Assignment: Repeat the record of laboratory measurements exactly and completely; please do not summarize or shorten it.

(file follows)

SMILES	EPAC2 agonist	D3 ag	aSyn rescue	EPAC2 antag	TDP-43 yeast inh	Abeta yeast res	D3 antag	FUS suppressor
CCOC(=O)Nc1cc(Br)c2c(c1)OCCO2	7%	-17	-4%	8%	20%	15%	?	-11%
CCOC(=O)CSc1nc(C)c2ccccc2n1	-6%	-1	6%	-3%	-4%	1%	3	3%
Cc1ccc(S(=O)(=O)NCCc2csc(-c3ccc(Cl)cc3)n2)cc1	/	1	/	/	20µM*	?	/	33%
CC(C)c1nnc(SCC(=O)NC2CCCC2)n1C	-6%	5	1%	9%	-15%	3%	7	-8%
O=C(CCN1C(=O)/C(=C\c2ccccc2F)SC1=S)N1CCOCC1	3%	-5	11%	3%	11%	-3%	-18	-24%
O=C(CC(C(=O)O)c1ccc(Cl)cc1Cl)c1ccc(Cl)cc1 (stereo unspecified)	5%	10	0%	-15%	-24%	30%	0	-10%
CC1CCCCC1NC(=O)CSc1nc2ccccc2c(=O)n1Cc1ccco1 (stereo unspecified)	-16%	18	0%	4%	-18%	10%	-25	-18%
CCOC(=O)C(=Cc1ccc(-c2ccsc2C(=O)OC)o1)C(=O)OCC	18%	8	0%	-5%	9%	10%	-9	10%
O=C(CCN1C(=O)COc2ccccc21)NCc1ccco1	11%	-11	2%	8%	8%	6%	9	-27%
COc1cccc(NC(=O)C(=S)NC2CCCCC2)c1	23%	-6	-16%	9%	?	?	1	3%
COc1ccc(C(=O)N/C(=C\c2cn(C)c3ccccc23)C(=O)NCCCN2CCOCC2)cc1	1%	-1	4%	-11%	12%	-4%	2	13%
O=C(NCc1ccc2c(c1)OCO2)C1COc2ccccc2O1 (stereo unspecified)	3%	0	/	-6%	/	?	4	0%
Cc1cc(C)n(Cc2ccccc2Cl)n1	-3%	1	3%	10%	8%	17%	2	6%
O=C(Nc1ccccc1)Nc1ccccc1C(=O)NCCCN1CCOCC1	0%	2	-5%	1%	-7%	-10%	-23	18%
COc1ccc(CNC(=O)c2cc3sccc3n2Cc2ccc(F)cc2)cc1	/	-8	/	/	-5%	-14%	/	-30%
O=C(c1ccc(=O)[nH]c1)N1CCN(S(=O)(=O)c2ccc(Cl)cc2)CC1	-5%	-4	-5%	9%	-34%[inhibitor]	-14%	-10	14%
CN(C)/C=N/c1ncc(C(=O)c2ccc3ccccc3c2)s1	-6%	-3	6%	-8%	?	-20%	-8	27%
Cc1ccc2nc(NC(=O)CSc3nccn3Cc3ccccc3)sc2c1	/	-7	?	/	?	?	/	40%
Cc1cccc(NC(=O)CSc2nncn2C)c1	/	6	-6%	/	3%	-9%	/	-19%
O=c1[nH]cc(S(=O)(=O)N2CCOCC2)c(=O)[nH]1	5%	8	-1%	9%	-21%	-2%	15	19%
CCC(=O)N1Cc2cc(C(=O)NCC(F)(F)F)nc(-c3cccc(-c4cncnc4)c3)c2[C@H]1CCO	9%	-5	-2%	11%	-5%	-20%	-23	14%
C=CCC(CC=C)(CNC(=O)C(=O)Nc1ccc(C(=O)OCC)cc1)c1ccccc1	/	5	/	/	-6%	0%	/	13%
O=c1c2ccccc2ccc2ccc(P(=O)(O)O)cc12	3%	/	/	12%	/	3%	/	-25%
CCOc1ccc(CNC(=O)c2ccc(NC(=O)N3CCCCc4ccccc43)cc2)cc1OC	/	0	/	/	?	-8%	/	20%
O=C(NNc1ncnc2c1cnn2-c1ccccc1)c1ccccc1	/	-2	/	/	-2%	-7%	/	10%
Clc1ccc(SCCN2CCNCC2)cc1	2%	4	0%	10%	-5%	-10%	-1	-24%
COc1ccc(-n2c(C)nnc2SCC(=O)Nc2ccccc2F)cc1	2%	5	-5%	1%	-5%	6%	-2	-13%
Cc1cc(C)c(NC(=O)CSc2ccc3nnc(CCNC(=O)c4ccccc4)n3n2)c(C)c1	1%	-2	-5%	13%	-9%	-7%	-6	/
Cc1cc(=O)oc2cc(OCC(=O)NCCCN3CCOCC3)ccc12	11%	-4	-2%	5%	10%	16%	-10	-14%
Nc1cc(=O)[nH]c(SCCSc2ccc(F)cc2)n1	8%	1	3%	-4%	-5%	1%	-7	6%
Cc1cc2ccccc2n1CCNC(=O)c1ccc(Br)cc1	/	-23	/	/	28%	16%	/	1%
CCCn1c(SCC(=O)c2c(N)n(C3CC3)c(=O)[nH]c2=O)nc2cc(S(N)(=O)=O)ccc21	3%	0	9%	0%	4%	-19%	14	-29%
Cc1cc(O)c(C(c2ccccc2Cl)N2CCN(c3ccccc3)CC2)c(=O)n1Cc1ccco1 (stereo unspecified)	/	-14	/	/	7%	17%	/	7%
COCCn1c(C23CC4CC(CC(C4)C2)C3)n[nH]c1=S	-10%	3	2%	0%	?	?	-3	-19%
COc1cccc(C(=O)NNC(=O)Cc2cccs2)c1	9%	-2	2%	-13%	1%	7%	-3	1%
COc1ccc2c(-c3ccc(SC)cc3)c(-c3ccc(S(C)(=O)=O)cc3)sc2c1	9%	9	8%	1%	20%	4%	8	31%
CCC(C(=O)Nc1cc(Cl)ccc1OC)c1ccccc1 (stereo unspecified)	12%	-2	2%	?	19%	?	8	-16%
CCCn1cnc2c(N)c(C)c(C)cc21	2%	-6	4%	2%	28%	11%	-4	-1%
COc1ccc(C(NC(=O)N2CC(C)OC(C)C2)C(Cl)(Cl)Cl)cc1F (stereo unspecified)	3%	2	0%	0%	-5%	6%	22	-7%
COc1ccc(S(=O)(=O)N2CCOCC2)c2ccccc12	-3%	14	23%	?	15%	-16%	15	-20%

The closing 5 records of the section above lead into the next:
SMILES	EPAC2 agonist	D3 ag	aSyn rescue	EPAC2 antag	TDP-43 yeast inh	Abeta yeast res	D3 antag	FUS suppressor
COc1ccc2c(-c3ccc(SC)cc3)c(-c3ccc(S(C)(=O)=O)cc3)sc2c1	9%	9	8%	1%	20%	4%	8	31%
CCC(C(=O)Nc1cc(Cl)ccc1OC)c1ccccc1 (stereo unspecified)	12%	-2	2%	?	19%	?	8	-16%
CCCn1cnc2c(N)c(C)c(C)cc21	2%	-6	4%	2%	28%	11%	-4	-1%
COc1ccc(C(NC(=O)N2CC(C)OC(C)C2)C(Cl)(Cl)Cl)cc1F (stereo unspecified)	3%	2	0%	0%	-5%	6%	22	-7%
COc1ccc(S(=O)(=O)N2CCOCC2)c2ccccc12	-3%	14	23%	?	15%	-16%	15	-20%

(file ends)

SMILES	EPAC2 agonist	D3 ag	aSyn rescue	EPAC2 antag	TDP-43 yeast inh	Abeta yeast res	D3 antag	FUS suppressor
CCOC(=O)Nc1cc(Br)c2c(c1)OCCO2	7%	-17	-4%	8%	20%	15%	?	-11%
CCOC(=O)CSc1nc(C)c2ccccc2n1	-6%	-1	6%	-3%	-4%	1%	3	3%
Cc1ccc(S(=O)(=O)NCCc2csc(-c3ccc(Cl)cc3)n2)cc1	/	1	/	/	20µM*	?	/	33%
CC(C)c1nnc(SCC(=O)NC2CCCC2)n1C	-6%	5	1%	9%	-15%	3%	7	-8%
O=C(CCN1C(=O)/C(=C\c2ccccc2F)SC1=S)N1CCOCC1	3%	-5	11%	3%	11%	-3%	-18	-24%
O=C(CC(C(=O)O)c1ccc(Cl)cc1Cl)c1ccc(Cl)cc1 (stereo unspecified)	5%	10	0%	-15%	-24%	30%	0	-10%
CC1CCCCC1NC(=O)CSc1nc2ccccc2c(=O)n1Cc1ccco1 (stereo unspecified)	-16%	18	0%	4%	-18%	10%	-25	-18%
CCOC(=O)C(=Cc1ccc(-c2ccsc2C(=O)OC)o1)C(=O)OCC	18%	8	0%	-5%	9%	10%	-9	10%
O=C(CCN1C(=O)COc2ccccc21)NCc1ccco1	11%	-11	2%	8%	8%	6%	9	-27%
COc1cccc(NC(=O)C(=S)NC2CCCCC2)c1	23%	-6	-16%	9%	?	?	1	3%
COc1ccc(C(=O)N/C(=C\c2cn(C)c3ccccc23)C(=O)NCCCN2CCOCC2)cc1	1%	-1	4%	-11%	12%	-4%	2	13%
O=C(NCc1ccc2c(c1)OCO2)C1COc2ccccc2O1 (stereo unspecified)	3%	0	/	-6%	/	?	4	0%
Cc1cc(C)n(Cc2ccccc2Cl)n1	-3%	1	3%	10%	8%	17%	2	6%
O=C(Nc1ccccc1)Nc1ccccc1C(=O)NCCCN1CCOCC1	0%	2	-5%	1%	-7%	-10%	-23	18%
COc1ccc(CNC(=O)c2cc3sccc3n2Cc2ccc(F)cc2)cc1	/	-8	/	/	-5%	-14%	/	-30%
O=C(c1ccc(=O)[nH]c1)N1CCN(S(=O)(=O)c2ccc(Cl)cc2)CC1	-5%	-4	-5%	9%	-34%[inhibitor]	-14%	-10	14%
CN(C)/C=N/c1ncc(C(=O)c2ccc3ccccc3c2)s1	-6%	-3	6%	-8%	?	-20%	-8	27%
Cc1ccc2nc(NC(=O)CSc3nccn3Cc3ccccc3)sc2c1	/	-7	?	/	?	?	/	40%
Cc1cccc(NC(=O)CSc2nncn2C)c1	/	6	-6%	/	3%	-9%	/	-19%
O=c1[nH]cc(S(=O)(=O)N2CCOCC2)c(=O)[nH]1	5%	8	-1%	9%	-21%	-2%	15	19%
CCC(=O)N1Cc2cc(C(=O)NCC(F)(F)F)nc(-c3cccc(-c4cncnc4)c3)c2[C@H]1CCO	9%	-5	-2%	11%	-5%	-20%	-23	14%
C=CCC(CC=C)(CNC(=O)C(=O)Nc1ccc(C(=O)OCC)cc1)c1ccccc1	/	5	/	/	-6%	0%	/	13%
O=c1c2ccccc2ccc2ccc(P(=O)(O)O)cc12	3%	/	/	12%	/	3%	/	-25%
CCOc1ccc(CNC(=O)c2ccc(NC(=O)N3CCCCc4ccccc43)cc2)cc1OC	/	0	/	/	?	-8%	/	20%
O=C(NNc1ncnc2c1cnn2-c1ccccc1)c1ccccc1	/	-2	/	/	-2%	-7%	/	10%
Clc1ccc(SCCN2CCNCC2)cc1	2%	4	0%	10%	-5%	-10%	-1	-24%
COc1ccc(-n2c(C)nnc2SCC(=O)Nc2ccccc2F)cc1	2%	5	-5%	1%	-5%	6%	-2	-13%
Cc1cc(C)c(NC(=O)CSc2ccc3nnc(CCNC(=O)c4ccccc4)n3n2)c(C)c1	1%	-2	-5%	13%	-9%	-7%	-6	/
Cc1cc(=O)oc2cc(OCC(=O)NCCCN3CCOCC3)ccc12	11%	-4	-2%	5%	10%	16%	-10	-14%
Nc1cc(=O)[nH]c(SCCSc2ccc(F)cc2)n1	8%	1	3%	-4%	-5%	1%	-7	6%
Cc1cc2ccccc2n1CCNC(=O)c1ccc(Br)cc1	/	-23	/	/	28%	16%	/	1%
CCCn1c(SCC(=O)c2c(N)n(C3CC3)c(=O)[nH]c2=O)nc2cc(S(N)(=O)=O)ccc21	3%	0	9%	0%	4%	-19%	14	-29%
Cc1cc(O)c(C(c2ccccc2Cl)N2CCN(c3ccccc3)CC2)c(=O)n1Cc1ccco1 (stereo unspecified)	/	-14	/	/	7%	17%	/	7%
COCCn1c(C23CC4CC(CC(C4)C2)C3)n[nH]c1=S	-10%	3	2%	0%	?	?	-3	-19%
COc1cccc(C(=O)NNC(=O)Cc2cccs2)c1	9%	-2	2%	-13%	1%	7%	-3	1%
COc1ccc2c(-c3ccc(SC)cc3)c(-c3ccc(S(C)(=O)=O)cc3)sc2c1	9%	9	8%	1%	20%	4%	8	31%
CCC(C(=O)Nc1cc(Cl)ccc1OC)c1ccccc1 (stereo unspecified)	12%	-2	2%	?	19%	?	8	-16%
CCCn1cnc2c(N)c(C)c(C)cc21	2%	-6	4%	2%	28%	11%	-4	-1%
COc1ccc(C(NC(=O)N2CC(C)OC(C)C2)C(Cl)(Cl)Cl)cc1F (stereo unspecified)	3%	2	0%	0%	-5%	6%	22	-7%
COc1ccc(S(=O)(=O)N2CCOCC2)c2ccccc12	-3%	14	23%	?	15%	-16%	15	-20%

The closing 5 records of the section above lead into the next:
SMILES	EPAC2 agonist	D3 ag	aSyn rescue	EPAC2 antag	TDP-43 yeast inh	Abeta yeast res	D3 antag	FUS suppressor
COc1ccc2c(-c3ccc(SC)cc3)c(-c3ccc(S(C)(=O)=O)cc3)sc2c1	9%	9	8%	1%	20%	4%	8	31%
CCC(C(=O)Nc1cc(Cl)ccc1OC)c1ccccc1 (stereo unspecified)	12%	-2	2%	?	19%	?	8	-16%
CCCn1cnc2c(N)c(C)c(C)cc21	2%	-6	4%	2%	28%	11%	-4	-1%
COc1ccc(C(NC(=O)N2CC(C)OC(C)C2)C(Cl)(Cl)Cl)cc1F (stereo unspecified)	3%	2	0%	0%	-5%	6%	22	-7%
COc1ccc(S(=O)(=O)N2CCOCC2)c2ccccc12	-3%	14	23%	?	15%	-16%	15	-20%